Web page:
A burger should not cost a dollar

A few years ago, I read Jonathan Foer’s book, Eating Animals.  This book opened my eyes to the behind the scenes look at for-profit animal agriculture.  One thing that instantly caught my attention was the fact that the animal agriculture industry is the number one cause of climate change (http://www.un.org/apps/news/story.asp?newsID=20772#.VqAAN1MrJBw).  In addition to environmental impact and the inhumane treatment of these animals, I couldn’t get over how affordable these meals were (and still are).  Let’s think about it.  A burger on the dollar menu costs between $1-$1.50 depending on where you go.  If you look into what goes into a burger, from raising, feeding and caring for the livestock, to slaughtering the meat, to transportation costs, to the labor to prepare the burger, it becomes very apparent that $1 does not capture the entire cost of that burger.  By comparison, if you go get a burger at a sustainable farm-to-table restaurant (http://www.local360.org/) it will cost $12.  I understand there are scales of economies involved, but it doesn’t account for all of the costs and externalities.  Somewhere along the line, other costs are “absorbed/lost”, but at what expense?  The environment?  People’s health?

Creating shared value (https://hbr.org/2011/01/the-big-idea-creating-shared-value) addresses how for-profit companies do great social harm by pursuing profits at all costs (In this case, making and selling a burger at such a low cost), and how companies need to move away from classical economic theory and embrace bringing business and producing social goods together.  It also suggests government policy decisions are made ineffectively to help curb these externalities that are not accounted for by businesses.  The conclusion of the article suggests that business schools will need to change their curriculum in variety of areas to help steer the future leaders of the country towards creating shared value.  However, I believe that it’s not just enough to limit this to business schools and majors.  I believe a critique of this current business model is necessary for all students to understand how economics and politics intersect and how policies harm people and nations, especially those that are most vulnerable.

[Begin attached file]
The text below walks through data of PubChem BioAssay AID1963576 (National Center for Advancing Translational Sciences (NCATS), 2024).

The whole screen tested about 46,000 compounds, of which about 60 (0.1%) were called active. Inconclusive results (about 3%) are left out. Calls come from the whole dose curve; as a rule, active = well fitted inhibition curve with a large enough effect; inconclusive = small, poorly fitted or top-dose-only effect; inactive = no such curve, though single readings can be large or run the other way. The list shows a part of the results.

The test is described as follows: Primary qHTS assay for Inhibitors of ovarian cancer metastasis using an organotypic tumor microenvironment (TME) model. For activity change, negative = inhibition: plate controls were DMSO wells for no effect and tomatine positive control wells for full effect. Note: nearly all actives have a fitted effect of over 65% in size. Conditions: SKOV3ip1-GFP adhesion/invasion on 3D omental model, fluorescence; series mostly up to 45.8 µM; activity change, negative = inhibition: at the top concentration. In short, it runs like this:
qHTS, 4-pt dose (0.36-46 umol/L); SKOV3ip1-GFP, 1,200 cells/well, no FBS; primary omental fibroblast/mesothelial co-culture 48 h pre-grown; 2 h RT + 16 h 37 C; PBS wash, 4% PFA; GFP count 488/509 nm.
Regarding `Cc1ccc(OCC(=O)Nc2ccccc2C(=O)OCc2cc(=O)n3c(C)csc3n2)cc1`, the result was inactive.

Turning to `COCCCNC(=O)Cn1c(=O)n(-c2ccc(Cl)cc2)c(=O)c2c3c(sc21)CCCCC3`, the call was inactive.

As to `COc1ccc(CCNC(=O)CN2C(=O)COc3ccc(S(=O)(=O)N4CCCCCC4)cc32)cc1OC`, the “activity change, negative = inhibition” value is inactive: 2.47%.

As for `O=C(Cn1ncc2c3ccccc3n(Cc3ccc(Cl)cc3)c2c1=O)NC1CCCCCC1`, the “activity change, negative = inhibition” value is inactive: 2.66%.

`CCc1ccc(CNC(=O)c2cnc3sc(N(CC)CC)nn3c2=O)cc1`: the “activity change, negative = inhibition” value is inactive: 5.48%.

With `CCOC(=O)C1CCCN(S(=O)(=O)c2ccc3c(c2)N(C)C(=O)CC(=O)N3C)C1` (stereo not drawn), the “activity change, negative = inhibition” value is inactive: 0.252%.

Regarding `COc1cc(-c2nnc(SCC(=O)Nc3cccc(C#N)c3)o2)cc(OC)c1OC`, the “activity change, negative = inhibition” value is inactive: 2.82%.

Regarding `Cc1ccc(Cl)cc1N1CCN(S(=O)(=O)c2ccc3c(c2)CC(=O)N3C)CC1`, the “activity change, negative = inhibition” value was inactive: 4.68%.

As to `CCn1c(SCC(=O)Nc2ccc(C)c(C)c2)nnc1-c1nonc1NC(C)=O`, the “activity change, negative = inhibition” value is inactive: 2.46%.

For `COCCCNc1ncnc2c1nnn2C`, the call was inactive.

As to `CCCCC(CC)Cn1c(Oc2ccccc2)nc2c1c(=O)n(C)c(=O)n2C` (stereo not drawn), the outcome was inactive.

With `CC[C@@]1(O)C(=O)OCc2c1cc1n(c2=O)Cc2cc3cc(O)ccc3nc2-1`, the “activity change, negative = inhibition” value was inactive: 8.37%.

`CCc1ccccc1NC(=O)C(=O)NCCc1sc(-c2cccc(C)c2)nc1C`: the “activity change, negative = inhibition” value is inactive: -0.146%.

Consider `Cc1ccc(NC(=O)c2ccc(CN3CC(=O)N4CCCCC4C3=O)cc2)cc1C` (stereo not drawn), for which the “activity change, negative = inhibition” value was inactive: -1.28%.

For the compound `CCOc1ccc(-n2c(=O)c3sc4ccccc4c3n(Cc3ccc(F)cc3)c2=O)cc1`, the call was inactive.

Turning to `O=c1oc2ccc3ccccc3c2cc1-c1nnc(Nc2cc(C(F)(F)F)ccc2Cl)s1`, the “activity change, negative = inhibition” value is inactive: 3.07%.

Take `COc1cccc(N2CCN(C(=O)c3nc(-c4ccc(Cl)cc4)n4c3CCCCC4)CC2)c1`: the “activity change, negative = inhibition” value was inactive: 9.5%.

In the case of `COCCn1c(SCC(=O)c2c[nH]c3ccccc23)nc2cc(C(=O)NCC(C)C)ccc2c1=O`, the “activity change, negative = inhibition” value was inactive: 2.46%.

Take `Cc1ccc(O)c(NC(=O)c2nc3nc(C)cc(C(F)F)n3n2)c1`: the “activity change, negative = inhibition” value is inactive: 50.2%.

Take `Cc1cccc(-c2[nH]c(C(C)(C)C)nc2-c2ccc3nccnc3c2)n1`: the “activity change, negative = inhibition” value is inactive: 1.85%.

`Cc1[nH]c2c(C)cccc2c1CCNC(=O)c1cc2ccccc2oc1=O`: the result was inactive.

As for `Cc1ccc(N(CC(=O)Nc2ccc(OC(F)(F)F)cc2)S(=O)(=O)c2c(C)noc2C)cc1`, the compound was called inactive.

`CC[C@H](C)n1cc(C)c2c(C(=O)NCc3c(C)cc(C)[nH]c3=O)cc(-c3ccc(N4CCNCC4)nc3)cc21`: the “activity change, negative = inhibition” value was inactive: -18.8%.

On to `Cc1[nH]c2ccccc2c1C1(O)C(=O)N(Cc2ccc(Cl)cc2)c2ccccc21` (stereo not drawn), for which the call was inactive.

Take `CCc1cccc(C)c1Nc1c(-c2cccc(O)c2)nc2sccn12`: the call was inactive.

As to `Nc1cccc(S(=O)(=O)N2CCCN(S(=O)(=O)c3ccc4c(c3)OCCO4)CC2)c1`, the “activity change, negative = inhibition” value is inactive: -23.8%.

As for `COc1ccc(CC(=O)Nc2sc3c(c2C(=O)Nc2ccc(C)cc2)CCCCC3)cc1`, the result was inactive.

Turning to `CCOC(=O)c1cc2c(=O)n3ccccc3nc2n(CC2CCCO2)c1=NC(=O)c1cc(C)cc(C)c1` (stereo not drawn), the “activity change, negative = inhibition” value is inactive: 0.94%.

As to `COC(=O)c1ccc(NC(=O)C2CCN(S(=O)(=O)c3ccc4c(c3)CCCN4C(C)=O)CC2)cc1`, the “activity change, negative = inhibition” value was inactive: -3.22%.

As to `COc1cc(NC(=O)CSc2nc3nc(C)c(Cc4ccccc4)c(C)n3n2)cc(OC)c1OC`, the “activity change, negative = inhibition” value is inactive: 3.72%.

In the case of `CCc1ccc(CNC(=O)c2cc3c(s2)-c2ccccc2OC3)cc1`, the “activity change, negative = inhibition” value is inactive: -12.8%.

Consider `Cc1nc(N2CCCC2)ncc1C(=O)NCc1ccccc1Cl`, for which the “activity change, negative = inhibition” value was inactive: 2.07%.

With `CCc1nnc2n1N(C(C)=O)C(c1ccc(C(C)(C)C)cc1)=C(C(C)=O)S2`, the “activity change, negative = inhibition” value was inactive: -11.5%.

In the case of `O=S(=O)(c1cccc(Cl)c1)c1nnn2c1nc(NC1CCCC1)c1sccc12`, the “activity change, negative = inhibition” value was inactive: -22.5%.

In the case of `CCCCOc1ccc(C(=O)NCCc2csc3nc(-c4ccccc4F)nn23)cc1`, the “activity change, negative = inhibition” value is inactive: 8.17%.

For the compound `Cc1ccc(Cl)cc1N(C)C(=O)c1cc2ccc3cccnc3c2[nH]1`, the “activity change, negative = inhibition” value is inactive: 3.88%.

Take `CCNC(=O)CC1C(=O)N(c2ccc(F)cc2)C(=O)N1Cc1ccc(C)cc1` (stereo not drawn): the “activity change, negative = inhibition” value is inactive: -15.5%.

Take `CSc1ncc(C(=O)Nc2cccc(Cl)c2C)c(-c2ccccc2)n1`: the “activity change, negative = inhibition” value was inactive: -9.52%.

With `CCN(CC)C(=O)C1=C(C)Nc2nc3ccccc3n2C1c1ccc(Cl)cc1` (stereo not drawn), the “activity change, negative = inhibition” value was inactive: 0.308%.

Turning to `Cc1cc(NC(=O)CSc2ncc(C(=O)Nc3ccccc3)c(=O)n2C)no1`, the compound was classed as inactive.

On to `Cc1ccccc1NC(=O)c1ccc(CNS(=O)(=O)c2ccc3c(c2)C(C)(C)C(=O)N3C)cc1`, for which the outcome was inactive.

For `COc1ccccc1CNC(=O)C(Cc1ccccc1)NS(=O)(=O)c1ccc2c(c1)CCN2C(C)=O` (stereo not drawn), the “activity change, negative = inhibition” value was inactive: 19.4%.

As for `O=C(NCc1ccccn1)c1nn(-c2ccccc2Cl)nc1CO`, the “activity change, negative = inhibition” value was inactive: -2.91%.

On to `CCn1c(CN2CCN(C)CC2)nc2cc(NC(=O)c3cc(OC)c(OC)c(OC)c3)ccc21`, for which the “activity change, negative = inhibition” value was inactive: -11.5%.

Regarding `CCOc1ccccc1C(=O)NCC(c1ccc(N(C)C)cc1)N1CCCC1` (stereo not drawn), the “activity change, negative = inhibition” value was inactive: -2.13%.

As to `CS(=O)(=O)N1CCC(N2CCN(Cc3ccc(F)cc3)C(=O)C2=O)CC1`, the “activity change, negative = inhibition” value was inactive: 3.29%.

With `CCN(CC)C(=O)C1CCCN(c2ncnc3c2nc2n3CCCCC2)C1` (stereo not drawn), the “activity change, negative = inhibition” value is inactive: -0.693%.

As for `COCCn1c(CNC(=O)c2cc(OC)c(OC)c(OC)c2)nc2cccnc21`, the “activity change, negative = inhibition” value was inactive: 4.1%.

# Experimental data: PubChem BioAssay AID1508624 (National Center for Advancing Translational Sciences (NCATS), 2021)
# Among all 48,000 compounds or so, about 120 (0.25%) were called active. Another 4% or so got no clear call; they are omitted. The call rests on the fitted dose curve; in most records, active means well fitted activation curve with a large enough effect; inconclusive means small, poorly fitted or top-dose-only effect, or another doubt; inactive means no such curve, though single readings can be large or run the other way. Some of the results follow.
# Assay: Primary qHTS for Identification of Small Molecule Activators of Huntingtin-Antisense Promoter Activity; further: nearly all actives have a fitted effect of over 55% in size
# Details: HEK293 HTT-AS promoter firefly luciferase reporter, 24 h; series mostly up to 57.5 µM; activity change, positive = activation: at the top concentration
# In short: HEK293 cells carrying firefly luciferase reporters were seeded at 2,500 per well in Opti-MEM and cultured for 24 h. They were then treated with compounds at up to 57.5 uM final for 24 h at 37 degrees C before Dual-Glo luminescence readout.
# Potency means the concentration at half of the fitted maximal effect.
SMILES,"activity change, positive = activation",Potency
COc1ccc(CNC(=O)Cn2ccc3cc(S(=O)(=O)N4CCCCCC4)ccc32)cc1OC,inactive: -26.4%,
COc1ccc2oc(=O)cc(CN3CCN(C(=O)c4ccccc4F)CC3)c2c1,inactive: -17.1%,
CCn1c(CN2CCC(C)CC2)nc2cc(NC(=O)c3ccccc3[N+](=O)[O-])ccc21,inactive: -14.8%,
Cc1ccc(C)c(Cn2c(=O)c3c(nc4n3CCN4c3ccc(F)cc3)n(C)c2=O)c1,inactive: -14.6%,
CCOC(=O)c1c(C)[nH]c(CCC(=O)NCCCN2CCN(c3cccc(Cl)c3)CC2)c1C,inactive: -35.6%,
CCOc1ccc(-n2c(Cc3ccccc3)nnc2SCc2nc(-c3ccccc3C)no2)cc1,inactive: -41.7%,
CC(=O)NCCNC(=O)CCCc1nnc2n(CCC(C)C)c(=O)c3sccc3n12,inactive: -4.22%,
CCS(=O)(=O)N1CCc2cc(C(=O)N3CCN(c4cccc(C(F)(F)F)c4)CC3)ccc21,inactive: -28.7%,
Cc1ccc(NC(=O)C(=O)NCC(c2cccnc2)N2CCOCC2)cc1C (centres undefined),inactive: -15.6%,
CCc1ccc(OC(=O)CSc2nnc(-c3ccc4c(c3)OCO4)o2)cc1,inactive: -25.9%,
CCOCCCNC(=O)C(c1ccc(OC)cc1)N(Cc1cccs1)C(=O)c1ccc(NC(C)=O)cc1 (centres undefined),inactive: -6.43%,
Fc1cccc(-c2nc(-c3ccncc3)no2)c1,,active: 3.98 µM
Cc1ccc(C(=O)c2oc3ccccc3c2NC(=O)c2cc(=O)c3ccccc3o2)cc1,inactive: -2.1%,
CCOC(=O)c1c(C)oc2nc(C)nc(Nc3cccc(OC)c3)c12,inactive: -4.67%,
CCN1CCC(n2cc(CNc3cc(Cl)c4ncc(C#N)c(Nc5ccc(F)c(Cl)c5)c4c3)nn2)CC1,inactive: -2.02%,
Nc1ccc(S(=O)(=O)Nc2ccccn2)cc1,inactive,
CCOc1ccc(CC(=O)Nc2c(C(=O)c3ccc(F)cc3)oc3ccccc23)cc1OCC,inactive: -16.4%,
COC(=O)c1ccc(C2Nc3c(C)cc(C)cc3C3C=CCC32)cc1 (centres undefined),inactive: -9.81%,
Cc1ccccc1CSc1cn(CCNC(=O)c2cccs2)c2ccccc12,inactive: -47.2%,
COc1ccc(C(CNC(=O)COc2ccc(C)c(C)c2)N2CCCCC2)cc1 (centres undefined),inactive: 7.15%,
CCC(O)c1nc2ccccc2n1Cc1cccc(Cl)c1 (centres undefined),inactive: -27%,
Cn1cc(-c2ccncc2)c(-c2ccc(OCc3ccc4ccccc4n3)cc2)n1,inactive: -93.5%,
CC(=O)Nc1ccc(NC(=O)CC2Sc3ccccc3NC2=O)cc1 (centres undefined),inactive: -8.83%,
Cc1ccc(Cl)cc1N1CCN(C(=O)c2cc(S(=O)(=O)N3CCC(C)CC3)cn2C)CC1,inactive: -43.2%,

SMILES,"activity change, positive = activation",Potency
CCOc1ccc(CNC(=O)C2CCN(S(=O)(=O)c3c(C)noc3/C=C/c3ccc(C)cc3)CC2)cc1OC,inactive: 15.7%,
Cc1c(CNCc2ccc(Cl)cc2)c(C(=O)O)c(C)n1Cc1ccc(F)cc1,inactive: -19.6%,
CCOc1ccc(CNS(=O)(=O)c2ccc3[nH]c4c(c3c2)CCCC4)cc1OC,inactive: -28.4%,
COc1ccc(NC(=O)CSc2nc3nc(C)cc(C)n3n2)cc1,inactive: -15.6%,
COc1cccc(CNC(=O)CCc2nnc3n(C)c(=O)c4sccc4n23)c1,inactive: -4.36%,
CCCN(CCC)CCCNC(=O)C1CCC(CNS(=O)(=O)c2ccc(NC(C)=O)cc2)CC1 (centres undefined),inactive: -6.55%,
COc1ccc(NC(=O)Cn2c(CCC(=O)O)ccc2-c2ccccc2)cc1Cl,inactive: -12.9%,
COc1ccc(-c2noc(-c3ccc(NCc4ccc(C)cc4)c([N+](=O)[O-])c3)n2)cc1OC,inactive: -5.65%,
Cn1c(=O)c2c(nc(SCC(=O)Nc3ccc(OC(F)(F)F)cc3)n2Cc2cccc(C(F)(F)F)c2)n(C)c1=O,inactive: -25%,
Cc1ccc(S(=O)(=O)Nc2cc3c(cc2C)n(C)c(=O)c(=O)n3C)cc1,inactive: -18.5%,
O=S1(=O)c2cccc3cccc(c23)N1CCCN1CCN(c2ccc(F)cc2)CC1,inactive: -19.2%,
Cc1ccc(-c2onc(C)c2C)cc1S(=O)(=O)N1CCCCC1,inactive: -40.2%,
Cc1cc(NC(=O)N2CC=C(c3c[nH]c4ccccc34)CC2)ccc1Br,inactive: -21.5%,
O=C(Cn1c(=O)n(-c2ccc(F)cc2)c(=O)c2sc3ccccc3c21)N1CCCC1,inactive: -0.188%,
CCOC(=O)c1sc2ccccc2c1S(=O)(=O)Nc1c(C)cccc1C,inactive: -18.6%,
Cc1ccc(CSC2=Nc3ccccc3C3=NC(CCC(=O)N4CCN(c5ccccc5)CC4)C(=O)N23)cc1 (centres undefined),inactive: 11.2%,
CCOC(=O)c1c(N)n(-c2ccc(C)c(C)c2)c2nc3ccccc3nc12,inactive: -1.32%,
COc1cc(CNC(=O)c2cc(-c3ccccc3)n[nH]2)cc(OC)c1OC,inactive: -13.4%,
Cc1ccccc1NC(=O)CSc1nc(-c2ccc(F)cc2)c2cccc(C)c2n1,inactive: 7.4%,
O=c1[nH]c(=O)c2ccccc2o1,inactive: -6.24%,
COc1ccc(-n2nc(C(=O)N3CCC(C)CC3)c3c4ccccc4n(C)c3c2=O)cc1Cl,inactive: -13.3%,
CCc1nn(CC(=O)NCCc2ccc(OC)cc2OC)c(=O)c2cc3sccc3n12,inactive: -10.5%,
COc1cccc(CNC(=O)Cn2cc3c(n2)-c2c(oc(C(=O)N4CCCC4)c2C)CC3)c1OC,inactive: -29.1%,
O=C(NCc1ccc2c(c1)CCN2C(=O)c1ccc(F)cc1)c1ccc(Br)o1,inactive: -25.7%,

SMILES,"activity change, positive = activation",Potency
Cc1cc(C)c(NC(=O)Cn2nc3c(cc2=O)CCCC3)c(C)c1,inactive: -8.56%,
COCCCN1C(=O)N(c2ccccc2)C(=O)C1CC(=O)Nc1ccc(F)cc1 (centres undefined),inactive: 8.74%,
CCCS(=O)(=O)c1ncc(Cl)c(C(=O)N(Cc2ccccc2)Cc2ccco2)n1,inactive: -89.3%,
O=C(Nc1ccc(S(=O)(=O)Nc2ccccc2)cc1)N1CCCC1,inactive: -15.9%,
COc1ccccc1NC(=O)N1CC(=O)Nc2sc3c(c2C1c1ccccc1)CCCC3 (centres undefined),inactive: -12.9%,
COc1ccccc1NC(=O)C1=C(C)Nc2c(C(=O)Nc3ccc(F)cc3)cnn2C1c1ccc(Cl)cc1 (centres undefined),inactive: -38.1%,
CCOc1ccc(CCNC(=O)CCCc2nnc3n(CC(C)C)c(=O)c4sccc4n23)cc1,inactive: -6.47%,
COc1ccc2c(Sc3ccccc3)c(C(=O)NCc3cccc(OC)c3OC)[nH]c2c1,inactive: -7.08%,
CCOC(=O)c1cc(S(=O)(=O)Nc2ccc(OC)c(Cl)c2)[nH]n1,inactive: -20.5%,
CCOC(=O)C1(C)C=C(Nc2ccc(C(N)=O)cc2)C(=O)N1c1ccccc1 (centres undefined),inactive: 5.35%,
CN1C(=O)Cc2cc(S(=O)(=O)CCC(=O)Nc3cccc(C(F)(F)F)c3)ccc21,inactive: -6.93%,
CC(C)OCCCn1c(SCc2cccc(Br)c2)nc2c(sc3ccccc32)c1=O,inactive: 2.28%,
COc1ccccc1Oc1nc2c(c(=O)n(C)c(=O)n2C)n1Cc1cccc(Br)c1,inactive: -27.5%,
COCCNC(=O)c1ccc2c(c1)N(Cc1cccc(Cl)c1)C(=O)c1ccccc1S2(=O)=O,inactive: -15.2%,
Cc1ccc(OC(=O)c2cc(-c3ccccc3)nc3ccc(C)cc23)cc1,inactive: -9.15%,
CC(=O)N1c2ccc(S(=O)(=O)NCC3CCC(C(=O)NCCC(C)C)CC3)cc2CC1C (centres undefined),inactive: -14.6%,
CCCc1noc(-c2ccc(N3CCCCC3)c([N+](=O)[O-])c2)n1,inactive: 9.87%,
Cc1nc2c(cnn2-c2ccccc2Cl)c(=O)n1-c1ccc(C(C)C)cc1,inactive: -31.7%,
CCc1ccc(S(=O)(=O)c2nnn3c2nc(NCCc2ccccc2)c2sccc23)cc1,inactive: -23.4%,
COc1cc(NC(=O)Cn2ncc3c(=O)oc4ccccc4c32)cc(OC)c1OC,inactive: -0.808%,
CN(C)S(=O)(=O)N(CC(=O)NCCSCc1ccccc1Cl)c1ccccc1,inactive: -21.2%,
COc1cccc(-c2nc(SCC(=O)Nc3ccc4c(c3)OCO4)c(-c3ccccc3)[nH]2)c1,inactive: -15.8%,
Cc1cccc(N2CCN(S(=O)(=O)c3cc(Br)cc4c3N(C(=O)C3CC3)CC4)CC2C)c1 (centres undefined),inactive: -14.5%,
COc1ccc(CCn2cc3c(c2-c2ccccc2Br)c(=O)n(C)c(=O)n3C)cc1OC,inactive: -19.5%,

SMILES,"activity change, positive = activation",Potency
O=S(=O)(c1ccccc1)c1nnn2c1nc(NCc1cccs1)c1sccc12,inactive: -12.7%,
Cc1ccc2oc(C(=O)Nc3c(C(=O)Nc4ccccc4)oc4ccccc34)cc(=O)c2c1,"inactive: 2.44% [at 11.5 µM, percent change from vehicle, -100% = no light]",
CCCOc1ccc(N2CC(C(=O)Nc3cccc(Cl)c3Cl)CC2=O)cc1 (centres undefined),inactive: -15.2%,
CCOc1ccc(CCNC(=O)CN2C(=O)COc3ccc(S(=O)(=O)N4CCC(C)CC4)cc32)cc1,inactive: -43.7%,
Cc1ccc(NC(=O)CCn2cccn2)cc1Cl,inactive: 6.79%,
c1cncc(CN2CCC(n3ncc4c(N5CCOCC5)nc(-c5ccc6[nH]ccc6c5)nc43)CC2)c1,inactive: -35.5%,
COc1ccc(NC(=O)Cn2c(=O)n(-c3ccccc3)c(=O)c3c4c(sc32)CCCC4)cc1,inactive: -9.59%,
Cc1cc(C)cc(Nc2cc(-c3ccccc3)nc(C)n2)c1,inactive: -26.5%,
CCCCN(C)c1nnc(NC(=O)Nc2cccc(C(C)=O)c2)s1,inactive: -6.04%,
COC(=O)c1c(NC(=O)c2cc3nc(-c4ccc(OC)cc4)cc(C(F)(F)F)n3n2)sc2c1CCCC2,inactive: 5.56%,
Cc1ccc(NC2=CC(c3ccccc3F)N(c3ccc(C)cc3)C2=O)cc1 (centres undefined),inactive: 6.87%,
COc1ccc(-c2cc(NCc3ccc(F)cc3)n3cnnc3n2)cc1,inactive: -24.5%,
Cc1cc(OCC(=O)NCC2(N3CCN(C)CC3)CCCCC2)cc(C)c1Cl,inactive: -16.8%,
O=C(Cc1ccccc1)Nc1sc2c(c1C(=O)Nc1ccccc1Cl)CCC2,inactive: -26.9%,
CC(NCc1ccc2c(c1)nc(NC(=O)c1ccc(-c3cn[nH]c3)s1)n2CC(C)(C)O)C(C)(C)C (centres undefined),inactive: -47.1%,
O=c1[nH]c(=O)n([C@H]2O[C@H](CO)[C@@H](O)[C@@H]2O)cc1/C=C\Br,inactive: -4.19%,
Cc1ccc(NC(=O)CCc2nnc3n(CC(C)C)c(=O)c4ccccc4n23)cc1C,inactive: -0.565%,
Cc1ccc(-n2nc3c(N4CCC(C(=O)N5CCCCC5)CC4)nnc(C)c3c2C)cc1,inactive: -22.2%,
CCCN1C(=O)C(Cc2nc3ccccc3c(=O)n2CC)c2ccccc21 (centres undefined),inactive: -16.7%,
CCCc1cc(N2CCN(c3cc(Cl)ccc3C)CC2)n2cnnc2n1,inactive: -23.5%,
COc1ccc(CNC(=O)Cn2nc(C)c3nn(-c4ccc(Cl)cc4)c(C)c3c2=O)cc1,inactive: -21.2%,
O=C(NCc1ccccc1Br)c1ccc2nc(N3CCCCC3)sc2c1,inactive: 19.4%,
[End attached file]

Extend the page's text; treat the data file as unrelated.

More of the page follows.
Regardless of your major in college, I feel that all students should be required to take a course in political economics.  Much like taking English, math, and science, political economics will shape the way you view the world.  A common denominator for the American public is that we are all consumers.  An incomplete understanding of costs and commodity production, leads to imperfect and irrational economic choices in spending, investing, and consuming. I can attest that taking my first economics class in graduate school changed the way I viewed the world.  I can only imagine how taking a political economics class would have influenced many of my engineering classmates and myself had we taken it over 10 years ago.  Teaching students at such a young age about how the world works and how business, economics, politics, and societal goods are intertwined are just as important as literature, mathematics, and science.  This will not only be the key to successfully change the future of business but also the outlook of the world.


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